The preacher in me is drawn into this chapter by the sheer simplicity of what he discovers in Isaiah 52.7-10: God Reigns, God Returns, God Redeems ... and the "gospel is on its way (186)." First he demonstrates how 'Jesus was and is God reigning' and then how 'Jesus was and is God returning' and how 'Jesus was and is God redeeming' ... before touching down in Paul and asking "how then did Paul think and speak of the gospel? (190)." And from a study of every use of the word 'gospel' by Paul, Chris comes up with six features of Paul's gospel and explains them. He then concludes by arguing that Paul's gospel is historical and ecclesial, faith and obedience, heard and seen, personal and cosmic... In the way it spans the scriptures, there is something so satisfying (that seems to be the best word!) about this chapter.

NUMBER TWO
Chapter 13: People Who Live and Work in the Public Square
How refreshing is this? More to the point, how affirming is this? "For God, the corruption of the public square is not a reason to vaporise it, but to purge it and redeem it (p227)." He embraces Is 65.17-25 and its vision of the hope which we have when "the whole of life - personal life, family life, public life, animal life - will be redeemed and restored to God-glorifying productiveness and human-fulfilling enjoyment (p227)." I loved the pages on three of my favourites - Joseph, Daniel, Esther - and then the chapter closes with a nice touch: "A personal message to Christians in the public square (pp241-243)" by someone who "feels that he speaks as a coward, for my own working life is not spent in the secular marketplace (p242)." Those called to the public square will cherish these two pages ... and Chris returns to this theme later in the book: "People don't go to church on Sundays to support their pastors in their ministry. The pastor goes to church on Sunday to support the people in their ministry (p272)."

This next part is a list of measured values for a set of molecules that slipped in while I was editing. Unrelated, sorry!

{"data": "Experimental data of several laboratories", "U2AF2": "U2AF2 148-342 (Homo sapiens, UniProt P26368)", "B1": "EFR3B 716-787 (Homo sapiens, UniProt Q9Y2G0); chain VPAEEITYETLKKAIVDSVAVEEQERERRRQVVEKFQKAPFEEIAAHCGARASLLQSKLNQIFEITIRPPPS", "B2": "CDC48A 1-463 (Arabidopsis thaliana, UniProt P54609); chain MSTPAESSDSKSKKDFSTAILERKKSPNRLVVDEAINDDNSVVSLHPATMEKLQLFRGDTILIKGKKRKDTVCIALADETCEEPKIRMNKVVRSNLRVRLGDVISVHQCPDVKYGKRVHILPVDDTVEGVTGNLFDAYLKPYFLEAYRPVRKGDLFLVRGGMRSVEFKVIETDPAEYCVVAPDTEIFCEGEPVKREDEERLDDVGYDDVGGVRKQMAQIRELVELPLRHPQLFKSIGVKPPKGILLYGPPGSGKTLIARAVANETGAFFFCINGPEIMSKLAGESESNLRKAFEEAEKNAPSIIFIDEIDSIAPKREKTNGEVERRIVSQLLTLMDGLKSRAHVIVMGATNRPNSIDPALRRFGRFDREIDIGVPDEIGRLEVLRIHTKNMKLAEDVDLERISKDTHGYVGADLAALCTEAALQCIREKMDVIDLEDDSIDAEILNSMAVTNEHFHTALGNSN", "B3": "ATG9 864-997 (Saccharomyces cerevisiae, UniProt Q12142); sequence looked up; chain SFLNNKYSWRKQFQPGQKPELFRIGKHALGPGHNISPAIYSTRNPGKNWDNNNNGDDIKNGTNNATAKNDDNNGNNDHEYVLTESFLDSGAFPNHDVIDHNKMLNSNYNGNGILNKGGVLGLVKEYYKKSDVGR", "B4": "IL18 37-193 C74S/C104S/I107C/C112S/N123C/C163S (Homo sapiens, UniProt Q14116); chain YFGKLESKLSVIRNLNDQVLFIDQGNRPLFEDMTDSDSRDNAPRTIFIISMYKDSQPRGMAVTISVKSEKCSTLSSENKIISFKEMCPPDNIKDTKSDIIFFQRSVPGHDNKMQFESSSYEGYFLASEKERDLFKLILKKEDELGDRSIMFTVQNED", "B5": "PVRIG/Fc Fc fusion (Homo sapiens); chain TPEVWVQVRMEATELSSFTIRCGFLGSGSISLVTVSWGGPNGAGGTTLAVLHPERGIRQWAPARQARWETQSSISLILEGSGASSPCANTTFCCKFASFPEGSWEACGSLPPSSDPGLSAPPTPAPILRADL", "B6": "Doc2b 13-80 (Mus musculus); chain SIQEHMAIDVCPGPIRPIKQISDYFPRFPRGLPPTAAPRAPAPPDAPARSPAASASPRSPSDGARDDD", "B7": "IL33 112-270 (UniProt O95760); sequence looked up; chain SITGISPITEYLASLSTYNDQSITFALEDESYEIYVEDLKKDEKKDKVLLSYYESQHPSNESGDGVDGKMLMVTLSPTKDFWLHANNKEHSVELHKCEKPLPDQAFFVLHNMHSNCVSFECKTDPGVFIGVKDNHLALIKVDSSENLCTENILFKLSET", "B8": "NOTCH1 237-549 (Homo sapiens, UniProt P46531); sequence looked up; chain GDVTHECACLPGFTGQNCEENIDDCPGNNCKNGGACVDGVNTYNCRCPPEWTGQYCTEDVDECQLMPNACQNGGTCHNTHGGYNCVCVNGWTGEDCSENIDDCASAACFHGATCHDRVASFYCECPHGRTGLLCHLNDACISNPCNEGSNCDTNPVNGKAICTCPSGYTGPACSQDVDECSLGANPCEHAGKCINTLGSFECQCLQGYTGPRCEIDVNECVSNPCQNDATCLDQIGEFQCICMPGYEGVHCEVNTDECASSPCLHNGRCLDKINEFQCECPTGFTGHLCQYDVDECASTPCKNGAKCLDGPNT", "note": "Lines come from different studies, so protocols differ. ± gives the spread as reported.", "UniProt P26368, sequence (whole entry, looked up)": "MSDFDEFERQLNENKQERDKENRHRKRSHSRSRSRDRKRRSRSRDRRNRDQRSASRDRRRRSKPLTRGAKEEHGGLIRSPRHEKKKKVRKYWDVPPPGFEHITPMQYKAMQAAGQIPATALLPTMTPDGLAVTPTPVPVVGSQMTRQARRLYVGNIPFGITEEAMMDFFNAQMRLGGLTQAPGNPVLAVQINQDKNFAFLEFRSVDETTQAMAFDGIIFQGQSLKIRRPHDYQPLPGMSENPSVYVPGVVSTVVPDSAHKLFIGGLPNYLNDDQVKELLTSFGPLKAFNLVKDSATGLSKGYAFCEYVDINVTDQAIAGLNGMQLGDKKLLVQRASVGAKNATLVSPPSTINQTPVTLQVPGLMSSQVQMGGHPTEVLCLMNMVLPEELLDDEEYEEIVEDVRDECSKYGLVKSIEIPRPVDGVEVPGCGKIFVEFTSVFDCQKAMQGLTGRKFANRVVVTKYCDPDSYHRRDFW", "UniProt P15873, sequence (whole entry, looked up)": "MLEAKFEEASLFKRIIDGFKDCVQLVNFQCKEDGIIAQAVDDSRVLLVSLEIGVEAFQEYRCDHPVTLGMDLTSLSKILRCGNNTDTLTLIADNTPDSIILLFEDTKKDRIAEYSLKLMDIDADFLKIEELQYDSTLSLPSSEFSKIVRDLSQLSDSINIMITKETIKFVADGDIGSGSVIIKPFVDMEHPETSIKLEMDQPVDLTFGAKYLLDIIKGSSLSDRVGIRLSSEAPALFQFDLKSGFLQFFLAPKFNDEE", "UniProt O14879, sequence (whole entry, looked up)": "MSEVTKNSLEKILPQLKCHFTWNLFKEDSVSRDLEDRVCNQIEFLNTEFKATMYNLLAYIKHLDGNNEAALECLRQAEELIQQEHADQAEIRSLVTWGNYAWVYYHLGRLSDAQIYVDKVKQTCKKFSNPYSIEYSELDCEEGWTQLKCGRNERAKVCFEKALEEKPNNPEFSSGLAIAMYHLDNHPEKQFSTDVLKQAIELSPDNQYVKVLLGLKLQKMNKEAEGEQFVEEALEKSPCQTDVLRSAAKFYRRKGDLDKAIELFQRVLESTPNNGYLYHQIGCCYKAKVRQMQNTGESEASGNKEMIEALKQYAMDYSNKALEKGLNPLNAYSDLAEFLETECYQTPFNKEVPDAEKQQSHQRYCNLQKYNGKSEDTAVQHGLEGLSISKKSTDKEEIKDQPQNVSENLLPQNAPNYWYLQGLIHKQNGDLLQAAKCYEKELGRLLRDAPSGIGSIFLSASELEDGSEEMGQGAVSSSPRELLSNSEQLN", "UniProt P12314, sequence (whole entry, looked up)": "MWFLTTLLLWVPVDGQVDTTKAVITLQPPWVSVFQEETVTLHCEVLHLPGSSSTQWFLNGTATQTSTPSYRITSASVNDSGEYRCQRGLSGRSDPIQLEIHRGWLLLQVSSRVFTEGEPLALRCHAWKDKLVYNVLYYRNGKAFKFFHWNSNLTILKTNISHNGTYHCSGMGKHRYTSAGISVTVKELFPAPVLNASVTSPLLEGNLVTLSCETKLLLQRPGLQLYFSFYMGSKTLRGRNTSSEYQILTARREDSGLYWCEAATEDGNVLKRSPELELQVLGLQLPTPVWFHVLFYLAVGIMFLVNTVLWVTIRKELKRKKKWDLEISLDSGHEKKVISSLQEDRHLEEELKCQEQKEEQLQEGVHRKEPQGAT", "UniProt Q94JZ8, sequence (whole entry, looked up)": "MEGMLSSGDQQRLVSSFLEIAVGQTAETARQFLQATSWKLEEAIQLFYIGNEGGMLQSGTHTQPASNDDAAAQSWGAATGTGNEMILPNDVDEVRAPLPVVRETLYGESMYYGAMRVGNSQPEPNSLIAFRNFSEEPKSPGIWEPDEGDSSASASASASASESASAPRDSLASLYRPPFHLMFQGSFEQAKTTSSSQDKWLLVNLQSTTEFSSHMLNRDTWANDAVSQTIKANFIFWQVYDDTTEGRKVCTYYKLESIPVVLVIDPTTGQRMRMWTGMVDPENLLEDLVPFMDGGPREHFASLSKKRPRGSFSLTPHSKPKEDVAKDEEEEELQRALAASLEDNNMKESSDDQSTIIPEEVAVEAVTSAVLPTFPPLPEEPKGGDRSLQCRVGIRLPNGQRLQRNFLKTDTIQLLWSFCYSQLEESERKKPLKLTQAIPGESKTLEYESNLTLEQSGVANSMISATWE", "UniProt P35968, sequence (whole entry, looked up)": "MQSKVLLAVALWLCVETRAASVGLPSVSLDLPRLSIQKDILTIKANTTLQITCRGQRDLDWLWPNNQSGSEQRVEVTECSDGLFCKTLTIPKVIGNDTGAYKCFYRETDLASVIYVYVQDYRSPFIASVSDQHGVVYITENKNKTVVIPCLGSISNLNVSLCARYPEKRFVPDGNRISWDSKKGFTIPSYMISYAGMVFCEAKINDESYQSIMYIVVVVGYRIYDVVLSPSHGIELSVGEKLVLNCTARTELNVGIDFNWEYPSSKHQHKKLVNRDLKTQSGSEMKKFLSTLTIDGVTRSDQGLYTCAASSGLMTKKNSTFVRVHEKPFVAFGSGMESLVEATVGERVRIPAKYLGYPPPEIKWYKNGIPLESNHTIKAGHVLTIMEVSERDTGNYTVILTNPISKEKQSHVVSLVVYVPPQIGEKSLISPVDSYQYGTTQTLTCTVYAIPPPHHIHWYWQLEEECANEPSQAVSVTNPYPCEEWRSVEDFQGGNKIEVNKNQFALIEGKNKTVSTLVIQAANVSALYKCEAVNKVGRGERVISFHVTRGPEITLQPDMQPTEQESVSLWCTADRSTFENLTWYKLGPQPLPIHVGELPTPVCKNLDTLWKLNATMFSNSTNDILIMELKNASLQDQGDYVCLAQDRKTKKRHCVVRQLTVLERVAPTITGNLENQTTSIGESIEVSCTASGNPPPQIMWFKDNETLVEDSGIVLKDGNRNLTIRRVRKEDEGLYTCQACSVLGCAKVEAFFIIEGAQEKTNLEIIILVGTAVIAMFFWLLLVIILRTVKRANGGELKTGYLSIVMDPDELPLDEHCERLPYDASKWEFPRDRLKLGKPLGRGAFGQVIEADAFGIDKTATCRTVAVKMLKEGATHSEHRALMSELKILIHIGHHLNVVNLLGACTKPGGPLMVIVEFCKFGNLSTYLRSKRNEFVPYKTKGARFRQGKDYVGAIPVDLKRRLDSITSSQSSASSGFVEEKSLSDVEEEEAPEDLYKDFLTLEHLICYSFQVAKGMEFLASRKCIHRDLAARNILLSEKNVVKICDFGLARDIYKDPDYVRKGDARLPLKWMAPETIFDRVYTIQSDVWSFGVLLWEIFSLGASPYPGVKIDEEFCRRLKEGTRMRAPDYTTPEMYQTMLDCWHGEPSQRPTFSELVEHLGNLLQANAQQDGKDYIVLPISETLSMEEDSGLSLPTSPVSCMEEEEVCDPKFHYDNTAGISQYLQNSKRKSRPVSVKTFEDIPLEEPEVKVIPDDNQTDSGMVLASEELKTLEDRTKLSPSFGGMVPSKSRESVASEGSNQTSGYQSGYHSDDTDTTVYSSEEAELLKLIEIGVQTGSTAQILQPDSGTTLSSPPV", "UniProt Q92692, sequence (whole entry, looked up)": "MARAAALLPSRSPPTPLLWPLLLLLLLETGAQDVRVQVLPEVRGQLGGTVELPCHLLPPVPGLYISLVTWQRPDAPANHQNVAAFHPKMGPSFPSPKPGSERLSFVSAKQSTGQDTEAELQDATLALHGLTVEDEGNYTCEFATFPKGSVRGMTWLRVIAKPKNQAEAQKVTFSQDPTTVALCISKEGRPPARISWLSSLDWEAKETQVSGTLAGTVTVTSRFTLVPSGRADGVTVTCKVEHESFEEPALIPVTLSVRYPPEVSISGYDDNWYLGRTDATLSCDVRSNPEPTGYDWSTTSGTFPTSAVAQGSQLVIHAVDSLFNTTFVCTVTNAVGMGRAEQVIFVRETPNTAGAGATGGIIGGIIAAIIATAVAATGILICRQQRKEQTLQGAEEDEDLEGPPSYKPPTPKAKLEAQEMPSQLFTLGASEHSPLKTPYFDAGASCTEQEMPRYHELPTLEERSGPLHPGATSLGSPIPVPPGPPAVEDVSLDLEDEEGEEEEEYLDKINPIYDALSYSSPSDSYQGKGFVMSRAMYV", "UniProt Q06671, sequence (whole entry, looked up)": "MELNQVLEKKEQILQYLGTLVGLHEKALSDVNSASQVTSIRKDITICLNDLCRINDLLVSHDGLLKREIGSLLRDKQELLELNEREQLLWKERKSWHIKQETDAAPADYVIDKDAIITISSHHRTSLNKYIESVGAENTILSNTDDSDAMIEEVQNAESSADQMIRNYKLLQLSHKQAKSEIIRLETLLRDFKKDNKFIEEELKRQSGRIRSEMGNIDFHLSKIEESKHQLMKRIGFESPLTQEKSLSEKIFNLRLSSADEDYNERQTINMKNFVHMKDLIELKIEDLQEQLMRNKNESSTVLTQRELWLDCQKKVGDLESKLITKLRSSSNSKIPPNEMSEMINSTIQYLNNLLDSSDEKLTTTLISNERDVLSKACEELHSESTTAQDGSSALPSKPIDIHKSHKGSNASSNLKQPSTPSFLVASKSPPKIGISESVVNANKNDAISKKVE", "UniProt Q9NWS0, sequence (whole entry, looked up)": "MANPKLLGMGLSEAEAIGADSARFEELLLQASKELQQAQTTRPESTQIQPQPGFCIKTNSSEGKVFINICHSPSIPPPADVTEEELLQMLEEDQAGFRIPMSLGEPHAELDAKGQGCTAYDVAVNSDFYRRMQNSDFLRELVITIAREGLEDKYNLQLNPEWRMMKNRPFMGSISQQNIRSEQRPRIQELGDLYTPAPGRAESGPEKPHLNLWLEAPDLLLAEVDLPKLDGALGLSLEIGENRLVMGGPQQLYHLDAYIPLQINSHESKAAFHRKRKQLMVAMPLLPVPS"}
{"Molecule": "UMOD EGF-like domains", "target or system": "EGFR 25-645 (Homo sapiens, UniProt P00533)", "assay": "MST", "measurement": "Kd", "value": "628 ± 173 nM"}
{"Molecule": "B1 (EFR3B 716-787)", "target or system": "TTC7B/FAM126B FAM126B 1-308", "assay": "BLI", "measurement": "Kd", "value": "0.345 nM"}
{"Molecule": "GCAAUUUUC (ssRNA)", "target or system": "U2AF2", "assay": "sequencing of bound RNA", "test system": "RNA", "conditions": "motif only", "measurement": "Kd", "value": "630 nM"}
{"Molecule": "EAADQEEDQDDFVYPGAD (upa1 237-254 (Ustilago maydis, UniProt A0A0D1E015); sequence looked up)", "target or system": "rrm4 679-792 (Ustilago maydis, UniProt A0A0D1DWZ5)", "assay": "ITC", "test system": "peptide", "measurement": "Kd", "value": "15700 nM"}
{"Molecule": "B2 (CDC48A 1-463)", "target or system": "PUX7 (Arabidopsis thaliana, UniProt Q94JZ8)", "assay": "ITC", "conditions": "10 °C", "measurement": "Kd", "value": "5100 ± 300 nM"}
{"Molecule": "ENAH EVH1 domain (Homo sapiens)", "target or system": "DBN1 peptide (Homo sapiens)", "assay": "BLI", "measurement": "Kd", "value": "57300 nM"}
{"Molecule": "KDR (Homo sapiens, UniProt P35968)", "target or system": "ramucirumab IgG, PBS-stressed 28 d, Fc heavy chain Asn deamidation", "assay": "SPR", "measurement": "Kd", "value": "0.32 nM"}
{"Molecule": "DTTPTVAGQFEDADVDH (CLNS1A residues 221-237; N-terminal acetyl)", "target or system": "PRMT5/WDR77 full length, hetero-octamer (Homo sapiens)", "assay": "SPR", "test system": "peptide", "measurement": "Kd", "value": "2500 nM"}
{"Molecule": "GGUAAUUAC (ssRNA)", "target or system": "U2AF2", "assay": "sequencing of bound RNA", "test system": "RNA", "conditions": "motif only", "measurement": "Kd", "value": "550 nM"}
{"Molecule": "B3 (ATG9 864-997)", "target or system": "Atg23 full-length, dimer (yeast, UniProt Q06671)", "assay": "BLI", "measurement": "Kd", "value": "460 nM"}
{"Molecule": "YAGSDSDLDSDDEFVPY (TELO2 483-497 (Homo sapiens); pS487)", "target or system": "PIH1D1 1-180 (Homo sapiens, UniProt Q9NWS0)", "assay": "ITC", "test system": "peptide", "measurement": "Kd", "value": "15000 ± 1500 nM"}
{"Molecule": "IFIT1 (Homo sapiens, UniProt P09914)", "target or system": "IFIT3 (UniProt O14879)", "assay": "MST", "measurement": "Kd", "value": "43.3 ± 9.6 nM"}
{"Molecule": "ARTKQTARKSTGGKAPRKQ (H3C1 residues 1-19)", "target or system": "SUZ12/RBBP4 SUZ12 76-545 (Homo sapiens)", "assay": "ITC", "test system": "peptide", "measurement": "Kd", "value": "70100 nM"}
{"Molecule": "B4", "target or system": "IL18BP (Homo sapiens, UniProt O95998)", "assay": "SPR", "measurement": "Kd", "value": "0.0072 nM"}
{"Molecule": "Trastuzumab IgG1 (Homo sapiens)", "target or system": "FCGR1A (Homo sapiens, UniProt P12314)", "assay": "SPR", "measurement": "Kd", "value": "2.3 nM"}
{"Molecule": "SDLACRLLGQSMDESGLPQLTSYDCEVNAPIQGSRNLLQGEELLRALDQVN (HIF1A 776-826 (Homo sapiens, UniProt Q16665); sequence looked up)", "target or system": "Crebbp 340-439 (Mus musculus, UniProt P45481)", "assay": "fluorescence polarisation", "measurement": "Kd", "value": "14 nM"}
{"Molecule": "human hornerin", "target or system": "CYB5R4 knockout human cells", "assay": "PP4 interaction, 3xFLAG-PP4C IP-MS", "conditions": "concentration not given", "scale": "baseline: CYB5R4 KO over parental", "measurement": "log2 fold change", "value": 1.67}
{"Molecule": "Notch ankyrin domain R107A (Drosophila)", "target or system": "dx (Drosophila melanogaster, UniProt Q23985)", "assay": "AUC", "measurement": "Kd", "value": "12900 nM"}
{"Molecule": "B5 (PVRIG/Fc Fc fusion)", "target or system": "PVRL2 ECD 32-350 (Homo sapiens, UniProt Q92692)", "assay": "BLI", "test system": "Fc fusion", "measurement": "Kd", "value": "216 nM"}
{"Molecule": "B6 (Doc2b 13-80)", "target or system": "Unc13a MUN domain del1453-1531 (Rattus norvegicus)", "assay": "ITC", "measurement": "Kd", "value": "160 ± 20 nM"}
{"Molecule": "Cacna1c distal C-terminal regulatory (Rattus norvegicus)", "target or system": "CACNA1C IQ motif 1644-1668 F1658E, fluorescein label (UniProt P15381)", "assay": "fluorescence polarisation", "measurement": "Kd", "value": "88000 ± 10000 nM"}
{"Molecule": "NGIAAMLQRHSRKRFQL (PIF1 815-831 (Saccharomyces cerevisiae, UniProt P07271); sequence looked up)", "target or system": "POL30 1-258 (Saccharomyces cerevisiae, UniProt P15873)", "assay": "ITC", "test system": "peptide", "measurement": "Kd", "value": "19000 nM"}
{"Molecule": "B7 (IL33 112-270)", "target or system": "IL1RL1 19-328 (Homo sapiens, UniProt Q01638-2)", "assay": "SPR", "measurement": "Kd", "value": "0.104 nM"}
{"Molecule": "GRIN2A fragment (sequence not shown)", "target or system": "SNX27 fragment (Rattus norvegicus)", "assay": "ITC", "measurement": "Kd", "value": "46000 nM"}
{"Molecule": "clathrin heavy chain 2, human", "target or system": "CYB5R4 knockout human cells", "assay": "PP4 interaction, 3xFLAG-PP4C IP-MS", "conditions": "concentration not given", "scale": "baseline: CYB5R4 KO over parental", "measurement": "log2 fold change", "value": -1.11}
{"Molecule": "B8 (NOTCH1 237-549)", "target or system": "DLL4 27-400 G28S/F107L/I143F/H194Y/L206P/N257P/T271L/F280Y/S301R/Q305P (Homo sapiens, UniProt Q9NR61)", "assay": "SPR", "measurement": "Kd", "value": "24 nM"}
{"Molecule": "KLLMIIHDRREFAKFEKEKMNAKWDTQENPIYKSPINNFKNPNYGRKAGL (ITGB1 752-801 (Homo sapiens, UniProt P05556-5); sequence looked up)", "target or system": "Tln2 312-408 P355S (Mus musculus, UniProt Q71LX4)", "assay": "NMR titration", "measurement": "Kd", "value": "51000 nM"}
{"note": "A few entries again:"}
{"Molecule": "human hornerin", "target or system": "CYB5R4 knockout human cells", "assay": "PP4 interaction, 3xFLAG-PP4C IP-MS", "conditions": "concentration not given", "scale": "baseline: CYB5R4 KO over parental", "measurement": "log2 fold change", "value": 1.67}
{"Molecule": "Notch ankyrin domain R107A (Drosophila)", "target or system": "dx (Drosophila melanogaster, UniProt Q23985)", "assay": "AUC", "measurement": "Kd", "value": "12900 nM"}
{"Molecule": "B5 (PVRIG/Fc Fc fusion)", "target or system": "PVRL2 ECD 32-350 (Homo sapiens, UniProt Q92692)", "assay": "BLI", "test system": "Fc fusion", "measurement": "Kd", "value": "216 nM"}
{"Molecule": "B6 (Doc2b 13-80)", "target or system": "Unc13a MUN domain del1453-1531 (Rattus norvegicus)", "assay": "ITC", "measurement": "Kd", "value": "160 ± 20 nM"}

NUMBER ONE
Chapter 8: People Who Attract Others to God
My spirit soared as I made my way through this chapter. And yes, I realise that this is largely because I am in such deep agreement with what is written. It is a theme I have been banging on about in this NZ context for years - being 'distinctive with distinction' is the way I like to express it ... but having someone of Chris Wright's stature draw the themes from scriptures (from five different places!) with such a chatty and practical eloquence is just thrilling. Churches and leaders are pigging-out on the need to be incarnational, at the expense of being attractional. It is a big mistake. We mix in, but if we lose our difference as we do so, where does this leave us? Salt - but also Light, I think someone once said. Or, as Chris puts it repeatedly in this book, "there is no biblical mission without biblical ethics (p94)." The downgrading of the struggle to be holy (when did you last hear a sermon on it?) is just one expression of this concern. "God's people are to live in such a way that they become attractors - not to themselves, but to the God they worship (p129)." Or, as Chris wryly observes, "We often sing, "Shine, Jesus, Shine". I sometimes hear a voice from heaven muttering, "Shine yourself, why don't you?" (p143).

Well, there are five of the chapters! There are eight others carrying the freight in this book, before a final chapter on "The Journey So Far and the Journey Ahead". In articulating five "scandals" in the church on p283, Chris gives us an agenda on where to start being distinctive with distinction. It will not be easy.

[NB (1): Chris Wright is visiting New Zealand from Sunday October 23 - Sunday October 30. He will be in Auckland, Waikanae, Wellington and Christchurch (DV!), primarily to participate in the kiwi-made preaching forums - but also to speak and preach in different settings. Contact the Langham office for further details (admin@ldl.org.nz +64 6 376 5190)
NB (2): If you are in New Zealand, the Langham office has copies of this book available - with further details here on the offer being extended to you.]

nice chatting


Paul